John Mawer worked to make Gladstone better
JOHN Anthony Mawer has been good to Gladstone and Gladstone has been good to John Mawer.
That is how the man who was heavily involved in shaping what Gladstone is today will be remembered.
Mr Mawer was 76 when he died on December 20 after a long period with a lung disease.
He was born in Crayford, Kent, in England and studied to become engineer officer on oil tankers regularly sailing around the world.
Mr Mawer moved to Australia in 1965. He married Gail in 1966, but they separated and he fell in love with wife Robyn in 1987.
They had six children between them - Deb, Sonya, David, Luke, Matthew and Katrina.
Mr Mawer's family grew to seven grandchildren.
His two passions were the ocean and his family.
In a tribute written by nephew Philip Collard, Mr Mawer was described as an adventurer.
"The first thing both sisters felt was that John seemed to live a James Bond life, with his spearfishing, scuba dives looking for lost treasures and diving on shipwrecks, piloting his own plane and yacht, regular adventures along the coast and Australian hinterland," Mr Collard said.
Son David Mawer said in the eulogy his father didn't enter yachting regattas to win, he just had a great affinity with the ocean.
"With his yachts, he entered a multitude of blue water classics, had a near-death experience at being swept away on Heron Island, ran aground during the Bowen to Hamilton Island race, ran aground during Airlie Beach to Port Vila race, hit sandbars, navigational markers, ships and other boats," he said.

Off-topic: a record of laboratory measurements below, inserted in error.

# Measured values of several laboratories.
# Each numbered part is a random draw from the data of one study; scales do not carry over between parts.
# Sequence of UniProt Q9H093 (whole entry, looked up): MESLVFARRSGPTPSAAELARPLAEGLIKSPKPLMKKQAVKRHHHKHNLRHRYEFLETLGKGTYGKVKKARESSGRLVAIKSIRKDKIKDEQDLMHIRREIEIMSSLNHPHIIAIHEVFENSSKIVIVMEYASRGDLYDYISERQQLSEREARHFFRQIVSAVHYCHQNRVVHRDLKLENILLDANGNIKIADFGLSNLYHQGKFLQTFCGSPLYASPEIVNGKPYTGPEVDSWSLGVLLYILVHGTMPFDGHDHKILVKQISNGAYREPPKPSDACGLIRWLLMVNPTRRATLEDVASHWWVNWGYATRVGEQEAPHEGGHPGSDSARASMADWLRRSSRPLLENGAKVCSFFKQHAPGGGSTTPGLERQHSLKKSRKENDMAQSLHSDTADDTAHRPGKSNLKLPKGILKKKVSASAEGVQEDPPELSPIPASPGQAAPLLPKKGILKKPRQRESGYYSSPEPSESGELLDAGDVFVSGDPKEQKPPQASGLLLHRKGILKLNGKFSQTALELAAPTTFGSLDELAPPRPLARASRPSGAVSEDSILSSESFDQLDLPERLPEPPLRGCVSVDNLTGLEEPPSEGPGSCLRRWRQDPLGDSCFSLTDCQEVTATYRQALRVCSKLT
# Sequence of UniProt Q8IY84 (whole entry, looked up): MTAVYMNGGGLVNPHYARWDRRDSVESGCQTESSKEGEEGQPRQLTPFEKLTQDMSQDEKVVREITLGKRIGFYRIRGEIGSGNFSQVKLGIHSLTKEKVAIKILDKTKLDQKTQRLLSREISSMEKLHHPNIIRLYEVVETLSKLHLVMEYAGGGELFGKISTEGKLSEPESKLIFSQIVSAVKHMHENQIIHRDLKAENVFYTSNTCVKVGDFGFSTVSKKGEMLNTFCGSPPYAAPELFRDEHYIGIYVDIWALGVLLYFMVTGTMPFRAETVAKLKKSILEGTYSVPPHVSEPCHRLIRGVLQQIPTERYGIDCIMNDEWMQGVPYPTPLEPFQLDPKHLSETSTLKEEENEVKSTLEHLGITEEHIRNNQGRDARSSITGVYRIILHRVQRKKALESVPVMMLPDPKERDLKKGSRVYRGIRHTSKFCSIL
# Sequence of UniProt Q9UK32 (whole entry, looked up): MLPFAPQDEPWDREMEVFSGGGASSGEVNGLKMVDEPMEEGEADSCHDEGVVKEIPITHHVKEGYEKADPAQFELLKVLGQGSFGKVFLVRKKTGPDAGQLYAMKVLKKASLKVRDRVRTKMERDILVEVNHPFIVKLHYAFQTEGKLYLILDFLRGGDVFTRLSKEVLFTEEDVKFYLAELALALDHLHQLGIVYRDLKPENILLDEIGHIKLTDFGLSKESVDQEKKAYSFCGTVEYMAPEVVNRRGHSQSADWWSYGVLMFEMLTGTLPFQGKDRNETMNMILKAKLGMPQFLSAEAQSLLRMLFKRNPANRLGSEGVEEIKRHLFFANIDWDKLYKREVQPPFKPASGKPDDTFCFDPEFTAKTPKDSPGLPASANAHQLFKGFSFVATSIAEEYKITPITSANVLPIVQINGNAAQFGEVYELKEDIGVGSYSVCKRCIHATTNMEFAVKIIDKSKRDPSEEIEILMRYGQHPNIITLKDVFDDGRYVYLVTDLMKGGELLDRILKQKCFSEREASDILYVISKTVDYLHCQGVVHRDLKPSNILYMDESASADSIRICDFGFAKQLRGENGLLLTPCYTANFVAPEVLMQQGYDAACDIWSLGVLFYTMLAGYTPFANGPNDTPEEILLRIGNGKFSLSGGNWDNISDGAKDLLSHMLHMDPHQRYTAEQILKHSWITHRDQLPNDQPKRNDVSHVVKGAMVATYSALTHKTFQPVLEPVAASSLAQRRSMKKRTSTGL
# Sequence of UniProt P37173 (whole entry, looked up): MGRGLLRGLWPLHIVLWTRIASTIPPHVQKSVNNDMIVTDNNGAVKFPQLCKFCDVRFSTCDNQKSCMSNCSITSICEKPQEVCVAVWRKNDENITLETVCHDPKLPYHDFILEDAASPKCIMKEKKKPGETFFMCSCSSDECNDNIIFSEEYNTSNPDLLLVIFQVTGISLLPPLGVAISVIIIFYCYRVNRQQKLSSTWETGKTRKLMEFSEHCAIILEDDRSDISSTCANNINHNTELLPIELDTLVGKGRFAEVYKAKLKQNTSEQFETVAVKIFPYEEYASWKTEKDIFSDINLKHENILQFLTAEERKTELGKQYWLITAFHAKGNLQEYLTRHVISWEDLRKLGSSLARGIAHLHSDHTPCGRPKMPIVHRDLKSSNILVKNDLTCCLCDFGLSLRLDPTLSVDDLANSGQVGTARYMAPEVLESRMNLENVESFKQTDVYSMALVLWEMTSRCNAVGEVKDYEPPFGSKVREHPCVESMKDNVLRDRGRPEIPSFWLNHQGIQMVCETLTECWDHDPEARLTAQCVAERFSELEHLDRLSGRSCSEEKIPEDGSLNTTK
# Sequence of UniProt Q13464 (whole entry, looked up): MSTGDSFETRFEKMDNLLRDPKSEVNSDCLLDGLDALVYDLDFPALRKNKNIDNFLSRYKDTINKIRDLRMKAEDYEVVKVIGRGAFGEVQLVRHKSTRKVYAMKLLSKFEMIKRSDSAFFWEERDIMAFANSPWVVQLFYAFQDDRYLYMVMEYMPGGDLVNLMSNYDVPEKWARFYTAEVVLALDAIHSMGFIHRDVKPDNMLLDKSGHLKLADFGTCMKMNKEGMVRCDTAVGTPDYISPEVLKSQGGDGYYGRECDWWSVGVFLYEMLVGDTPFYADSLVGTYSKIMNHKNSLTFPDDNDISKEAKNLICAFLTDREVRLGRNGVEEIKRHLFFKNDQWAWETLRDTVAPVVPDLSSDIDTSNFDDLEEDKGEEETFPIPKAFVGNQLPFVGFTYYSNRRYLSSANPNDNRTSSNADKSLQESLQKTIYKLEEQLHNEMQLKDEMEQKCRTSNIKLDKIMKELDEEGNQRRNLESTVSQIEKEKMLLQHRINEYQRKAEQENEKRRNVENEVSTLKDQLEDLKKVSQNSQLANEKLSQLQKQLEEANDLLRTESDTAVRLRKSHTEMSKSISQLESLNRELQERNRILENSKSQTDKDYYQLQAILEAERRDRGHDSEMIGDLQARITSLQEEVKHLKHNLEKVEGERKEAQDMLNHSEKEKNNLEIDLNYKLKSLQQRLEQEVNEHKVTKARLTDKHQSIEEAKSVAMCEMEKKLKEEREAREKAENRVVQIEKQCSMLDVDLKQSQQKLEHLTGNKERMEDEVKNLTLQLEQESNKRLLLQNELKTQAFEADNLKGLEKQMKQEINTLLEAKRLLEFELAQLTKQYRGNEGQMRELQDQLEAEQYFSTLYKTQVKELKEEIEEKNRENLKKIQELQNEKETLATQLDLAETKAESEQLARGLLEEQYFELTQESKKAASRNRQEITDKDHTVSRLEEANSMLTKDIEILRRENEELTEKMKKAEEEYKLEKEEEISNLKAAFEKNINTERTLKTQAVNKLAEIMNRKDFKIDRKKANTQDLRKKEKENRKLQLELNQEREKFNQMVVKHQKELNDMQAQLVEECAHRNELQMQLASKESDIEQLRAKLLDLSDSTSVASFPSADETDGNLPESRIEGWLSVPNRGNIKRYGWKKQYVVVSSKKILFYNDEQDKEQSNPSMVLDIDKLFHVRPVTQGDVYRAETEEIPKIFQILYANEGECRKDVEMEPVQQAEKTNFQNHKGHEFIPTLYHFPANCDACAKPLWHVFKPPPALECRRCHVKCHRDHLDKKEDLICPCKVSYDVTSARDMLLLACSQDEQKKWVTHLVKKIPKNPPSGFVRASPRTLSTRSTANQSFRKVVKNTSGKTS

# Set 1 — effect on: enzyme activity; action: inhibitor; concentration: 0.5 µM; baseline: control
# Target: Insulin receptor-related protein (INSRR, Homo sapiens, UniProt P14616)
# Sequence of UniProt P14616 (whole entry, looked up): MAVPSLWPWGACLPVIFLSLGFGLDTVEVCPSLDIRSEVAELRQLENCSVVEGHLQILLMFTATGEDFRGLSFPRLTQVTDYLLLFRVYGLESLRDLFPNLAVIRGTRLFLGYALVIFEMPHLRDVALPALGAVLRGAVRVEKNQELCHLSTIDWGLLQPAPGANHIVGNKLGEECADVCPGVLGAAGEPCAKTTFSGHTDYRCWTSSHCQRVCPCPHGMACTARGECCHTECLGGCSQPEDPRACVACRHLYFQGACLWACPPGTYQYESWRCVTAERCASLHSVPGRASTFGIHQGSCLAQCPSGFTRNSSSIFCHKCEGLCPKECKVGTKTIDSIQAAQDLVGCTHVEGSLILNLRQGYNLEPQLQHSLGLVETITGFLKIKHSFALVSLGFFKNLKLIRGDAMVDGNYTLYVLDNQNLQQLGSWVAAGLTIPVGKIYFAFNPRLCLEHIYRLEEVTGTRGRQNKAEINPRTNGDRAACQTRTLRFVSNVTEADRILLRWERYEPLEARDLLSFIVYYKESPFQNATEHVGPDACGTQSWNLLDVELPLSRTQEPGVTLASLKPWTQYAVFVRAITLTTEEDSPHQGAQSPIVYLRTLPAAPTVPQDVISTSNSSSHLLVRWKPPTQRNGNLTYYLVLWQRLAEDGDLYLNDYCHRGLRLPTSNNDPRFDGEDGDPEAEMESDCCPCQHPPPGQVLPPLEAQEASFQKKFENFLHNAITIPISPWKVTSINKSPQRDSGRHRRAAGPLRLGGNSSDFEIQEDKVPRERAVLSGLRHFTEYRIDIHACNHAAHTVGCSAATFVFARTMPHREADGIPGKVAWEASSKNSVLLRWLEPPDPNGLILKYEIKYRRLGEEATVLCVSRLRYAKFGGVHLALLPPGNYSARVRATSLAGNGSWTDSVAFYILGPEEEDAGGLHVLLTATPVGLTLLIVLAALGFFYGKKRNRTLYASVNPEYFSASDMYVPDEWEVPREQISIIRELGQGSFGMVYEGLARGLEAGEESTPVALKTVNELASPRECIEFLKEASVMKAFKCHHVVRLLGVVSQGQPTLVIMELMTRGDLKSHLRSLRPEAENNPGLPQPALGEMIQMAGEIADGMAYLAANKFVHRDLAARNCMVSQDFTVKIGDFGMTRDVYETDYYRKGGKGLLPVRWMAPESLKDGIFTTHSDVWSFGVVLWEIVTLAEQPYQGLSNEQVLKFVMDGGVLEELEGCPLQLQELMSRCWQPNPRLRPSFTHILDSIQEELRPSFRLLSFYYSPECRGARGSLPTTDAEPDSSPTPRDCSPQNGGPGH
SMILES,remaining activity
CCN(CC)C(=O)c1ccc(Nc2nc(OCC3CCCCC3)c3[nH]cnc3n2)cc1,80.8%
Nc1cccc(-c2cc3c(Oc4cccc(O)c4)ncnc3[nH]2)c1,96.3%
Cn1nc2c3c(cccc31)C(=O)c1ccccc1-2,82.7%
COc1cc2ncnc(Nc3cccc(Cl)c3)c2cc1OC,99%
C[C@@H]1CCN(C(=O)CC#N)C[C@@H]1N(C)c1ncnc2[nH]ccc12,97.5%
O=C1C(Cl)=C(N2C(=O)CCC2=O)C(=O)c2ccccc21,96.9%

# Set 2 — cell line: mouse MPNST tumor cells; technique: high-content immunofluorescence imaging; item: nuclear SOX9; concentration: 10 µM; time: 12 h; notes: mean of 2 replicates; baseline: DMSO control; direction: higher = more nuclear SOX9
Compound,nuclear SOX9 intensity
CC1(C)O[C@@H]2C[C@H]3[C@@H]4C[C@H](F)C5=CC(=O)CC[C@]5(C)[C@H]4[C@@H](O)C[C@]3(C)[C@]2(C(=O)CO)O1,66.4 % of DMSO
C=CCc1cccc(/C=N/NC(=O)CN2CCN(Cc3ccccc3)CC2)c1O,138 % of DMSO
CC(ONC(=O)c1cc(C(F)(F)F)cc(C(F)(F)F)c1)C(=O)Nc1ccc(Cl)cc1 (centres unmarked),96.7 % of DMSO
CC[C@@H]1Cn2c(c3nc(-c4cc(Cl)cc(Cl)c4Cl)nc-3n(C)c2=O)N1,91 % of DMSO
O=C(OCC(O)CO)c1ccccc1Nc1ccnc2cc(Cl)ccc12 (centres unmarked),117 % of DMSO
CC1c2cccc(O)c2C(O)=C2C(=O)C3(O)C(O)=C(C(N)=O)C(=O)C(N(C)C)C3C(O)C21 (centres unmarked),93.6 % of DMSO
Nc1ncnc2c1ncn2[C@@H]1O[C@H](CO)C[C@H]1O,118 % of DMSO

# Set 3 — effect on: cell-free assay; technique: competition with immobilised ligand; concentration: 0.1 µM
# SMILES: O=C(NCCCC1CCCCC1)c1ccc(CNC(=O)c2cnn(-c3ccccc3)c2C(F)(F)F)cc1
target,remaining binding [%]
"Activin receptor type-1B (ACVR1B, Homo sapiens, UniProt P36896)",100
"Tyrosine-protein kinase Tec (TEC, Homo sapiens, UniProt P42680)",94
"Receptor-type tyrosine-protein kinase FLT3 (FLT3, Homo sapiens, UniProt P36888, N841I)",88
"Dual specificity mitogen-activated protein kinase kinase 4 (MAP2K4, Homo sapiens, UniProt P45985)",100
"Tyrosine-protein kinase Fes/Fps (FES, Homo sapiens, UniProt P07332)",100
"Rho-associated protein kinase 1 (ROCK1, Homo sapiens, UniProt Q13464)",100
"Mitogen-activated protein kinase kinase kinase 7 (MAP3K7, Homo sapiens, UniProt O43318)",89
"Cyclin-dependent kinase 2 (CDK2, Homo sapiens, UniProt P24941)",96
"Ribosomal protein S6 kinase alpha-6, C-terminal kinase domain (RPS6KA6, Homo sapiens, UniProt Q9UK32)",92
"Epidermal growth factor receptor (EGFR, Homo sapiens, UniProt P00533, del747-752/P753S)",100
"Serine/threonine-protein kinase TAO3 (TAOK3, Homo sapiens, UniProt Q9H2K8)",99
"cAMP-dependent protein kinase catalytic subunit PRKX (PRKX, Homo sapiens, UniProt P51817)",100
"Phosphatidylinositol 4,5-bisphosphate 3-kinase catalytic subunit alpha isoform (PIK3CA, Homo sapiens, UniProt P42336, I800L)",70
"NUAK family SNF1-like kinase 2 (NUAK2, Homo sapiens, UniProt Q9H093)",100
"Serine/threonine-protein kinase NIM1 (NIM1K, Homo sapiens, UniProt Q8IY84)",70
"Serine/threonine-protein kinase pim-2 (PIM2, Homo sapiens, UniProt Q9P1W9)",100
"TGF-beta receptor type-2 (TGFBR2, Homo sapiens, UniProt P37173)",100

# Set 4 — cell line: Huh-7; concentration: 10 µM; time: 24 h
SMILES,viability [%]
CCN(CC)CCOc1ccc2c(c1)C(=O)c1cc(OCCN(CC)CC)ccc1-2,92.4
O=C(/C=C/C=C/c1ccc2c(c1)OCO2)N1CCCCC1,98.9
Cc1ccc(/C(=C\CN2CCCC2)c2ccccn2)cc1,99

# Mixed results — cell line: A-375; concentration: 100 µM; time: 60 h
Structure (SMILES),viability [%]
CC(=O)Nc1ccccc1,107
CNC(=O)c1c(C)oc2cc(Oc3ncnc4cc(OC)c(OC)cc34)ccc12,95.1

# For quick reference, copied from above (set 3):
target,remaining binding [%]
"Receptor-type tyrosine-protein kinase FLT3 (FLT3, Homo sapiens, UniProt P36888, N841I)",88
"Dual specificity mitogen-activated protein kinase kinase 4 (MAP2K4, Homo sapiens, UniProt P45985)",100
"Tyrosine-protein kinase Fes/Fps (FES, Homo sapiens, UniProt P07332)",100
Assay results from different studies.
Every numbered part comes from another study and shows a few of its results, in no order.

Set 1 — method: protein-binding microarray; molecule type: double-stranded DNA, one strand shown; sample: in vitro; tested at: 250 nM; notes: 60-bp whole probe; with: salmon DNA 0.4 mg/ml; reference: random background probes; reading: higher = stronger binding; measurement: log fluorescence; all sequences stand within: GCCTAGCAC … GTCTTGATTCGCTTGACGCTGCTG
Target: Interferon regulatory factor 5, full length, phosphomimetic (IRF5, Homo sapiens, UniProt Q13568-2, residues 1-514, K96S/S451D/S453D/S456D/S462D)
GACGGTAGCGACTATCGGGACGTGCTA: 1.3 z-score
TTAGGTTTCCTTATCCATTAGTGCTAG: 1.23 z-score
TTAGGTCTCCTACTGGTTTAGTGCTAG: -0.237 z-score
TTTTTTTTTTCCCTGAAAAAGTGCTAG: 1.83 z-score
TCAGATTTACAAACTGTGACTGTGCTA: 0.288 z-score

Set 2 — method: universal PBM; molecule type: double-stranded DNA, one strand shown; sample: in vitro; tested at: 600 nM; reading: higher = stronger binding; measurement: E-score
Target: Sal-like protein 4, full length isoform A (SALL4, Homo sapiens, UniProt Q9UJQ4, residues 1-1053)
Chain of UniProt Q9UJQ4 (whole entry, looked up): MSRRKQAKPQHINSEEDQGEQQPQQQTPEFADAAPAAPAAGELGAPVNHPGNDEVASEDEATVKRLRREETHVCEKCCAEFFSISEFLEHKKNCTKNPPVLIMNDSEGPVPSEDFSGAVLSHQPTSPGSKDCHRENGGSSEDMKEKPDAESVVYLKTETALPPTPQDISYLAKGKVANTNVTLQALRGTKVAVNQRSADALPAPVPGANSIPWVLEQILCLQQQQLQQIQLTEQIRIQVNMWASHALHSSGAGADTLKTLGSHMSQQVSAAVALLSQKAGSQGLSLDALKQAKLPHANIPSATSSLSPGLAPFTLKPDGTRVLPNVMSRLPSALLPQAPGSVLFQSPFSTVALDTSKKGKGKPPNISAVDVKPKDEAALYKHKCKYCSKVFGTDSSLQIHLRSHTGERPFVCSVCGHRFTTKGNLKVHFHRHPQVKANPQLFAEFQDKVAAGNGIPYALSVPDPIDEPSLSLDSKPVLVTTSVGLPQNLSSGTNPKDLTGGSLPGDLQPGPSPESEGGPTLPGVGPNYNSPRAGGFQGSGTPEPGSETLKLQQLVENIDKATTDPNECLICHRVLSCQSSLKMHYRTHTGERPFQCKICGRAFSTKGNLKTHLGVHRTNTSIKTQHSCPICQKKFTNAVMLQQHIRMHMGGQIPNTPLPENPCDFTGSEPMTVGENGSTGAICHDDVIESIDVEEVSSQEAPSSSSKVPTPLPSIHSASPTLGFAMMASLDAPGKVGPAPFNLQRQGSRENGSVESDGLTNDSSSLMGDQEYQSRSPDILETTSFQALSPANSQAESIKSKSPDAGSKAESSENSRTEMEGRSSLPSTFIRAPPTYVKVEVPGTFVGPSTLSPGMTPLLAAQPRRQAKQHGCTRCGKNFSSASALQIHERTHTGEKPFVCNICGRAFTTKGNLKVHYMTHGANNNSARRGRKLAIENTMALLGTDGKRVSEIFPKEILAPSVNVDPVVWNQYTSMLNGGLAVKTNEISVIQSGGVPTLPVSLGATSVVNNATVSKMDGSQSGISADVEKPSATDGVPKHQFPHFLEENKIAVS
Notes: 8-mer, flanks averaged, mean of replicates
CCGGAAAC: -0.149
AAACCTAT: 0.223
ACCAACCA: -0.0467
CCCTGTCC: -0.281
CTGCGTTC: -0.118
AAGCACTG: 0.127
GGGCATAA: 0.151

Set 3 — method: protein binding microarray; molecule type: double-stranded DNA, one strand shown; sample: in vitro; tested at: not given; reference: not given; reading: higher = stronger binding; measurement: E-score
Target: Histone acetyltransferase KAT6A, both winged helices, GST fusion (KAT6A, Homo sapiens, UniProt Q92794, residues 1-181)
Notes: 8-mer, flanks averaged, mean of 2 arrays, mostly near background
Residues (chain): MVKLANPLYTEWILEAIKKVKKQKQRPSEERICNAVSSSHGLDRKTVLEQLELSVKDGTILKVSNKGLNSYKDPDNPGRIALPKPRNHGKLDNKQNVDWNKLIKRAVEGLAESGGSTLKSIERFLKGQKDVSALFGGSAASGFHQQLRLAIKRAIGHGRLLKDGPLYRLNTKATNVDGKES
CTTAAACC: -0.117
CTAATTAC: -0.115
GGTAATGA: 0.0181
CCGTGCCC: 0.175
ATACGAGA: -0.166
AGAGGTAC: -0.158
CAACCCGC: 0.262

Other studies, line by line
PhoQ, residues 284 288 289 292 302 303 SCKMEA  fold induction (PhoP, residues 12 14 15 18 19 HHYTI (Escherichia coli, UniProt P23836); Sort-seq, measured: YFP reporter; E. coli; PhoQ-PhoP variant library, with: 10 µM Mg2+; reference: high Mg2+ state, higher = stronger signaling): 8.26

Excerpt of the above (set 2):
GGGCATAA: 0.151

Mr Mawer's daughter, Sonya Hinz, said not only did her father have a great sense of humour and a compassionate nature; he was motivated.
"He was interested in making Gladstone a better place. He had his hand in everything," she said.
"He was an amazing family man. He always put his family first."
Mr Collard said Mr Mawer would be missed by everyone who had met him.
"I am sure people will agree that John had presence; an aura not found in all men, as there was always something quite special about him, so it seems incredible that he will no longer be around," he said.
- Pivotal in the construction of the marina precinct of Gladstone while on the port authority
- Worked on the building of Gladstone powerhouse components including stacks and electrostatic precipitators
- Involved in the development of the Gladstone Entertainment Convention Centre
- Assisted in the introduction of "lollypop ladies" or pedestrian crossing traffic controllers to Australia
- Assisted in the Gladstone Maritime History Society acquisition of the HMAS Gladstone II
- Pivotal in the development and manufacture of steel railway sleepers